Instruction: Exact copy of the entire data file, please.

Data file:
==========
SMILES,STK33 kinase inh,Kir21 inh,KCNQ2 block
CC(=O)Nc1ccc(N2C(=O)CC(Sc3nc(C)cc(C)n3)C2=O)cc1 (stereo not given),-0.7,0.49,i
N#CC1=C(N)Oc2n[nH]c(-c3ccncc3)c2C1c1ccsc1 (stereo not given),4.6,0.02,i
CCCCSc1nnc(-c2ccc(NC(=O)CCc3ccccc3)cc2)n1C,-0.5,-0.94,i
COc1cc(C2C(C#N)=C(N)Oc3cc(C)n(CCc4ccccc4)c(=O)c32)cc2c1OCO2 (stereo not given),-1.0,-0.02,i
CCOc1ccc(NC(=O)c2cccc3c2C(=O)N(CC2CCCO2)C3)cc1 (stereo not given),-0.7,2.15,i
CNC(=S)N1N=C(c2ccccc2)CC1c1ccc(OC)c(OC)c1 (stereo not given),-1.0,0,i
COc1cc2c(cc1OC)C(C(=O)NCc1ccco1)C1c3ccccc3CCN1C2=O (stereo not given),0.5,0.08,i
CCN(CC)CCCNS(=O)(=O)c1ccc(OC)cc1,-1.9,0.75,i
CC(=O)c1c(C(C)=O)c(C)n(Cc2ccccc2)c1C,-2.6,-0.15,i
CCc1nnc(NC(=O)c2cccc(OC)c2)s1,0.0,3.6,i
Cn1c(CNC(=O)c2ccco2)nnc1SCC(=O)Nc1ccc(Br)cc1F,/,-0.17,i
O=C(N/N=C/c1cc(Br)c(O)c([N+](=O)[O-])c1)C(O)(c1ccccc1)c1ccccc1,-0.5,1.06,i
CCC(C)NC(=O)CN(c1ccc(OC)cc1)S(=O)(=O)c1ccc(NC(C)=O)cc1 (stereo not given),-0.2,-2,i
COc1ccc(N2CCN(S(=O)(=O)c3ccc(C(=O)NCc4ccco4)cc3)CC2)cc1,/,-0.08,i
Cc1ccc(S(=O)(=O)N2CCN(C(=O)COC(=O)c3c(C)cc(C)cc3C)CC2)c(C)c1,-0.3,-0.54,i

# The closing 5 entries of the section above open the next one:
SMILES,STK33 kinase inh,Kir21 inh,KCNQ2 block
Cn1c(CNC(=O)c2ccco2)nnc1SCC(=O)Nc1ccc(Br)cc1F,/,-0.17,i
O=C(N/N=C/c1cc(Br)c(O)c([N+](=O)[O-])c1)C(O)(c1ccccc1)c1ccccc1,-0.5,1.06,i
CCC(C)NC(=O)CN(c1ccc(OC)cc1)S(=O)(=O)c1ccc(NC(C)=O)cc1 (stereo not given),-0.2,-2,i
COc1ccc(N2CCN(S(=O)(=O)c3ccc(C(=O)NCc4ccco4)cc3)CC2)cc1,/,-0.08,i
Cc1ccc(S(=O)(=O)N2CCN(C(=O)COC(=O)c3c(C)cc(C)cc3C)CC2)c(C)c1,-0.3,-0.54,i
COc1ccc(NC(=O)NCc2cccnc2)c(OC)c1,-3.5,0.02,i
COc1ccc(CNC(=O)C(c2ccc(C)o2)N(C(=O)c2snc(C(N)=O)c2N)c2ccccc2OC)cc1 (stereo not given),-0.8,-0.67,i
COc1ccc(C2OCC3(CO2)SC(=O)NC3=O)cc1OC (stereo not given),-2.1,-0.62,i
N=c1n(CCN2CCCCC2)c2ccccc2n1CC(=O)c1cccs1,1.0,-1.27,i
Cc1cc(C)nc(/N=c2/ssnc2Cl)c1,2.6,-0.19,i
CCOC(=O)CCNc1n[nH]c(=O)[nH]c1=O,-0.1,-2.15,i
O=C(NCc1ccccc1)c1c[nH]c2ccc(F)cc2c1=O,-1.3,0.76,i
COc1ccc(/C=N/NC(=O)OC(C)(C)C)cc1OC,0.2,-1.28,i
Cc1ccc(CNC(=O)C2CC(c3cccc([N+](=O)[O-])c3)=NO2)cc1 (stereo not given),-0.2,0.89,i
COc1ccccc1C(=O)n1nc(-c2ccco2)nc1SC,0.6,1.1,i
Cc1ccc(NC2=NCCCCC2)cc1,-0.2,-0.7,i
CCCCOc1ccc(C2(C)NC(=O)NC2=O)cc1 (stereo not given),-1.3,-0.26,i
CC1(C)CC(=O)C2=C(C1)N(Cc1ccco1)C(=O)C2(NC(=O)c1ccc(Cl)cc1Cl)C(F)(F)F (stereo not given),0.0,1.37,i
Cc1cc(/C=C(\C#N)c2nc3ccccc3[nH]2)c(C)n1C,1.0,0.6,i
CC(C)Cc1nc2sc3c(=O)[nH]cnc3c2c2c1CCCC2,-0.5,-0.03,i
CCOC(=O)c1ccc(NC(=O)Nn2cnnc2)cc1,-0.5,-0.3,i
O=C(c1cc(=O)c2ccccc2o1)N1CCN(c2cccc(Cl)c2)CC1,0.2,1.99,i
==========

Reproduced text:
SMILES,STK33 kinase inh,Kir21 inh,KCNQ2 block
CC(=O)Nc1ccc(N2C(=O)CC(Sc3nc(C)cc(C)n3)C2=O)cc1 (stereo not given),-0.7,0.49,i
N#CC1=C(N)Oc2n[nH]c(-c3ccncc3)c2C1c1ccsc1 (stereo not given),4.6,0.02,i
CCCCSc1nnc(-c2ccc(NC(=O)CCc3ccccc3)cc2)n1C,-0.5,-0.94,i
COc1cc(C2C(C#N)=C(N)Oc3cc(C)n(CCc4ccccc4)c(=O)c32)cc2c1OCO2 (stereo not given),-1.0,-0.02,i
CCOc1ccc(NC(=O)c2cccc3c2C(=O)N(CC2CCCO2)C3)cc1 (stereo not given),-0.7,2.15,i
CNC(=S)N1N=C(c2ccccc2)CC1c1ccc(OC)c(OC)c1 (stereo not given),-1.0,0,i
COc1cc2c(cc1OC)C(C(=O)NCc1ccco1)C1c3ccccc3CCN1C2=O (stereo not given),0.5,0.08,i
CCN(CC)CCCNS(=O)(=O)c1ccc(OC)cc1,-1.9,0.75,i
CC(=O)c1c(C(C)=O)c(C)n(Cc2ccccc2)c1C,-2.6,-0.15,i
CCc1nnc(NC(=O)c2cccc(OC)c2)s1,0.0,3.6,i
Cn1c(CNC(=O)c2ccco2)nnc1SCC(=O)Nc1ccc(Br)cc1F,/,-0.17,i
O=C(N/N=C/c1cc(Br)c(O)c([N+](=O)[O-])c1)C(O)(c1ccccc1)c1ccccc1,-0.5,1.06,i
CCC(C)NC(=O)CN(c1ccc(OC)cc1)S(=O)(=O)c1ccc(NC(C)=O)cc1 (stereo not given),-0.2,-2,i
COc1ccc(N2CCN(S(=O)(=O)c3ccc(C(=O)NCc4ccco4)cc3)CC2)cc1,/,-0.08,i
Cc1ccc(S(=O)(=O)N2CCN(C(=O)COC(=O)c3c(C)cc(C)cc3C)CC2)c(C)c1,-0.3,-0.54,i

# The closing 5 entries of the section above open the next one:
SMILES,STK33 kinase inh,Kir21 inh,KCNQ2 block
Cn1c(CNC(=O)c2ccco2)nnc1SCC(=O)Nc1ccc(Br)cc1F,/,-0.17,i
O=C(N/N=C/c1cc(Br)c(O)c([N+](=O)[O-])c1)C(O)(c1ccccc1)c1ccccc1,-0.5,1.06,i
CCC(C)NC(=O)CN(c1ccc(OC)cc1)S(=O)(=O)c1ccc(NC(C)=O)cc1 (stereo not given),-0.2,-2,i
COc1ccc(N2CCN(S(=O)(=O)c3ccc(C(=O)NCc4ccco4)cc3)CC2)cc1,/,-0.08,i
Cc1ccc(S(=O)(=O)N2CCN(C(=O)COC(=O)c3c(C)cc(C)cc3C)CC2)c(C)c1,-0.3,-0.54,i
COc1ccc(NC(=O)NCc2cccnc2)c(OC)c1,-3.5,0.02,i
COc1ccc(CNC(=O)C(c2ccc(C)o2)N(C(=O)c2snc(C(N)=O)c2N)c2ccccc2OC)cc1 (stereo not given),-0.8,-0.67,i
COc1ccc(C2OCC3(CO2)SC(=O)NC3=O)cc1OC (stereo not given),-2.1,-0.62,i
N=c1n(CCN2CCCCC2)c2ccccc2n1CC(=O)c1cccs1,1.0,-1.27,i
Cc1cc(C)nc(/N=c2/ssnc2Cl)c1,2.6,-0.19,i
CCOC(=O)CCNc1n[nH]c(=O)[nH]c1=O,-0.1,-2.15,i
O=C(NCc1ccccc1)c1c[nH]c2ccc(F)cc2c1=O,-1.3,0.76,i
COc1ccc(/C=N/NC(=O)OC(C)(C)C)cc1OC,0.2,-1.28,i
Cc1ccc(CNC(=O)C2CC(c3cccc([N+](=O)[O-])c3)=NO2)cc1 (stereo not given),-0.2,0.89,i
COc1ccccc1C(=O)n1nc(-c2ccco2)nc1SC,0.6,1.1,i
Cc1ccc(NC2=NCCCCC2)cc1,-0.2,-0.7,i
CCCCOc1ccc(C2(C)NC(=O)NC2=O)cc1 (stereo not given),-1.3,-0.26,i
CC1(C)CC(=O)C2=C(C1)N(Cc1ccco1)C(=O)C2(NC(=O)c1ccc(Cl)cc1Cl)C(F)(F)F (stereo not given),0.0,1.37,i
Cc1cc(/C=C(\C#N)c2nc3ccccc3[nH]2)c(C)n1C,1.0,0.6,i
CC(C)Cc1nc2sc3c(=O)[nH]cnc3c2c2c1CCCC2,-0.5,-0.03,i
CCOC(=O)c1ccc(NC(=O)Nn2cnnc2)cc1,-0.5,-0.3,i
O=C(c1cc(=O)c2ccccc2o1)N1CCN(c2cccc(Cl)c2)CC1,0.2,1.99,i